After the fast growth (first phase), we observed a slow growth phase (second phase). The second phase begins a little after yolk sac depletion. In this phase, growth rates in body length and other organs are slow. This growth rate can demonstrate larval development and interior organs function (Klaoudates et al. 1990).
Barbus sp. larvae are significantly larger than many marine species and smaller than Salmon because of egg size differences (Calta 1996). Bunni adults are short like Hamri because they are small in the beginning of their larval development compared to other cyprinids (Szypula et al. 2001). Similar to other endemic fishes like Gatan, Shirbot and Hamri (Pyka et al. 2001), in the present study, total length of Bunni is short at hatching time and compared to other related species no Barbus sp. are as short as Bunni larvae in average length. In the present study body length of newly hatched Bunni larvae was observed to be 6.26 mm, while it was reported as 5mm by Mukhaysin and Jawad (2012). Other reports on total length in newly hatched larvae are available for Hamri larvae, 6.81 mm (Al-Hazza & Hussein 2007), Pagrus pagrus, 3.02 mm (Conides & Glamuzina 2001) and Chelon labrosus, 4 mm (Klaoudates et al. 1990). Although Mulchaysin and Jawad (2012) reported eye diameter as small in newly hatched Bunni larvae and rapidly increased with growth in scaled juveniles, our results showed that the eye diameter decreases in proportion to head length with growth.
In Bunni fish larvae, growth of head length and tail length, are positive and growth of eye diameter is almost isometric. In a similar study on Hamri, growth of eye diameter and head length were positive (2.72 and 2.5, respectively) and growth of tail length was almost isometric 1.25 (Al-Hazza & Hussein 2007).
Development of digestive system in many fishes has significant development and progress in their structure and function during the larval period observed with an increase in their gut twist (Cuvier-Perez & Kestmont 2002). Growth rate of the digestive system of Bunni fish is slow, like Hamri (Al-Hazza & Hussein 2007). Of course the slow growth process doesn't mean that the digestive system isn't important in the development path.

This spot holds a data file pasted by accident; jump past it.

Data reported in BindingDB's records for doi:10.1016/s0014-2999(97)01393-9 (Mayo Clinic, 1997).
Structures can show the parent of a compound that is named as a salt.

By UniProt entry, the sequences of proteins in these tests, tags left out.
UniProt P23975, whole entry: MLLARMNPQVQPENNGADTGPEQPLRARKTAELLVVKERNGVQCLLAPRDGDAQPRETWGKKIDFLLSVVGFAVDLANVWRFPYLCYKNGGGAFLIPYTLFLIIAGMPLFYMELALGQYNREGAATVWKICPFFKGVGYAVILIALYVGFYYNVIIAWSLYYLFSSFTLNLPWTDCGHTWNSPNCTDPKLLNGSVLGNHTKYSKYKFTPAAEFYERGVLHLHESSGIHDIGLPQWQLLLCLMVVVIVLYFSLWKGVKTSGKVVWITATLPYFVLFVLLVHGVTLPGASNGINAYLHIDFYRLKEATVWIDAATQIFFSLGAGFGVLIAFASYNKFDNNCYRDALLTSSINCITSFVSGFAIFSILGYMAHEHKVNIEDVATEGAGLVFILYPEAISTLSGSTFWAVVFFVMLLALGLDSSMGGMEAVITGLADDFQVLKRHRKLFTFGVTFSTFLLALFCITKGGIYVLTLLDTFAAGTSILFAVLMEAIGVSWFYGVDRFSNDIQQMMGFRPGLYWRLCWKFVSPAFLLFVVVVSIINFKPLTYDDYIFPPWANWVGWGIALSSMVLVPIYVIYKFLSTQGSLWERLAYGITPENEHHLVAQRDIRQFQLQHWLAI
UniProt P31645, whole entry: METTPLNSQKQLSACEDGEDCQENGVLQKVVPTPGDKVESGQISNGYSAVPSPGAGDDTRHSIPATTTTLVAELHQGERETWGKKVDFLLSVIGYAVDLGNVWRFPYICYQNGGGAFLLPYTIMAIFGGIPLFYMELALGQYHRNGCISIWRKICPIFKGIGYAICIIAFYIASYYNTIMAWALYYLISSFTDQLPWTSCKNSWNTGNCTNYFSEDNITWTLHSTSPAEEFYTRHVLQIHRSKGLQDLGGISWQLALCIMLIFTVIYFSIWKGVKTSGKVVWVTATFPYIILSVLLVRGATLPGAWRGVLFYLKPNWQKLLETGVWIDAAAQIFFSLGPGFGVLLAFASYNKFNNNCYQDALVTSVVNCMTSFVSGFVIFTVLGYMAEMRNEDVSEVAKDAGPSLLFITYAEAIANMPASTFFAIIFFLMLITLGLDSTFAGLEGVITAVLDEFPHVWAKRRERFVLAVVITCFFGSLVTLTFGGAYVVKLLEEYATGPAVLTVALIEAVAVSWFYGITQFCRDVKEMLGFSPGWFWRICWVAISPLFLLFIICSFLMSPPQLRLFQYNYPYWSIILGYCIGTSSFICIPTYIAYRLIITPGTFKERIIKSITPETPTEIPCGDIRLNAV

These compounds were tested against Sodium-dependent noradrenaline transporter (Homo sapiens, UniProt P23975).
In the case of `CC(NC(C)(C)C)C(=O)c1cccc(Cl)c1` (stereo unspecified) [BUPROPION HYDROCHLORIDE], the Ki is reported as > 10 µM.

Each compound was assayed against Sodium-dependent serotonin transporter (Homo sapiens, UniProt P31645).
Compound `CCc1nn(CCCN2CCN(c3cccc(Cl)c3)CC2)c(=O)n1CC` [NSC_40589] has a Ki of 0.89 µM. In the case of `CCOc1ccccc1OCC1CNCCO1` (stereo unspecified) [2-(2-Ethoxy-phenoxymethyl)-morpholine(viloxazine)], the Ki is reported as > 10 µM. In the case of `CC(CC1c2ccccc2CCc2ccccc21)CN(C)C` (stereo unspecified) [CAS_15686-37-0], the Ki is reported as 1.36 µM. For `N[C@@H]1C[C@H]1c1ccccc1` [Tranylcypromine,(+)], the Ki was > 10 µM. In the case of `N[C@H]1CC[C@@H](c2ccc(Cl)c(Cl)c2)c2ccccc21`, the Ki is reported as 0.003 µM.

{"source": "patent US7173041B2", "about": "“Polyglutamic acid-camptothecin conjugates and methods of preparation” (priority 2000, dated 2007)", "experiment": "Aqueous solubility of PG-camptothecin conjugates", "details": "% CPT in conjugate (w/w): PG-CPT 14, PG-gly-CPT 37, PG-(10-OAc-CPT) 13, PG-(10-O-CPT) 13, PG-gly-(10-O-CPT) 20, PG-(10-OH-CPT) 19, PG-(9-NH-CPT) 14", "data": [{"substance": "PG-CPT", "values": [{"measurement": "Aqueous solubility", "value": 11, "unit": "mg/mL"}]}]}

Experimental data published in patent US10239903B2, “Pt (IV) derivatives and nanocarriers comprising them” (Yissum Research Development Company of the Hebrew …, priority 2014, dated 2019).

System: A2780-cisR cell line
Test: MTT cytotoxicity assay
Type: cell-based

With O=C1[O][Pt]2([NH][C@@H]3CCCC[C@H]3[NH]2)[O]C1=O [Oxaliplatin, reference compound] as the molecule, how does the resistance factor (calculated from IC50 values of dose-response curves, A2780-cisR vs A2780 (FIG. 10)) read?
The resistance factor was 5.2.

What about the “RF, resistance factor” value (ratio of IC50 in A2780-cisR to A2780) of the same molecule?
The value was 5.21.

There is a close relationship between mouth opening of larvae and yolk sac absorption and co-occurs with complete absorption of yolk sac (Lasker et al. 1970). When larvae mouth opens, shows larvae readiness and its need for exogenous food (Sato et al. 2003). This period happens simultaneously with completion of digestive system and internal organs (Nakatani et al. 2001).
The size of the yolk sac is one of the important strategies of fish survival and reproduction. So, if the size of yolk sac is large, requirement of exogenous food will be postponed (Blaxter 1988). Yolk sac depletion may be related to significant developments in respiratory system, swimming ability and swimming activity (Al-Hazza 2007). The volume of the yolk sac in newly hatched Bunni was 0.264 [+ or -] 0.034 [mm.sup.3]. By comparison, the volume of the yolk sac in Danio rerio is 0.1497 [mm.sup.3] (Schmidt & Starck 2004), in Pagrus pagrus, 0.3178 [+ or -] 0.085 m[m.sup.3] (Mihelakakis et al. 2001) in Acanthopagrus latus, 0.1856 m[m.sup.3] (Sarvi-Ghiasabadi 2008) and in Dentex dentex it has been reported as 0.2476 [+ or -] 0.1020 [mm.sup.3] (Firat et al. 2003).
Yolk sac absorption in Bunni fish is done until 3 days after hatching and they begin exogenous feeding from the fourth day. This process is faster compare to some other species of Barbus sp. for example yolk sac absorption in Hamri fish lasts one week (Al-Hazza & Hussein 2007). Leuciscus cephalus in laboratory conditions consumes the yolk sac in 8 days, but only 30% of larvae population can begin exogenous feeding (Calta 2000). Compare to other cyprinids the short period of yolk sac absorption may be caused by the small size of yolk sac in Bunni fish.
In conclusion, study of the larval development of Bunni and other fishes in controlled conditions can lead to an understanding of biological and environmental requirements of the development process, which can be important in endemic fish stock management.
The authors are grateful to Dr. Frank Pezold and Heiko Bleher for their helpful comments, Dr. Lak, Ms. Maktabi and Mr. Savari for their cooperation and Zeynab Moradkhani for her help in English revision.
Received: 3 September 2012--Accepted: 15 April 2013
ABDOLI, A. 2000. The Inland Water Fishes of Iran, Iranian Museum of Nature and Wildlife, Tehran: 378 pp. [In Persian]
AL-HAZZA, R. & HUSSEIN, A. 2007. Larval development of Himri, Barbus luteus (Cyprinidae: Cypriniformes) Reared in the Laboratory Turkish Journal of Zoology 31: 27-33.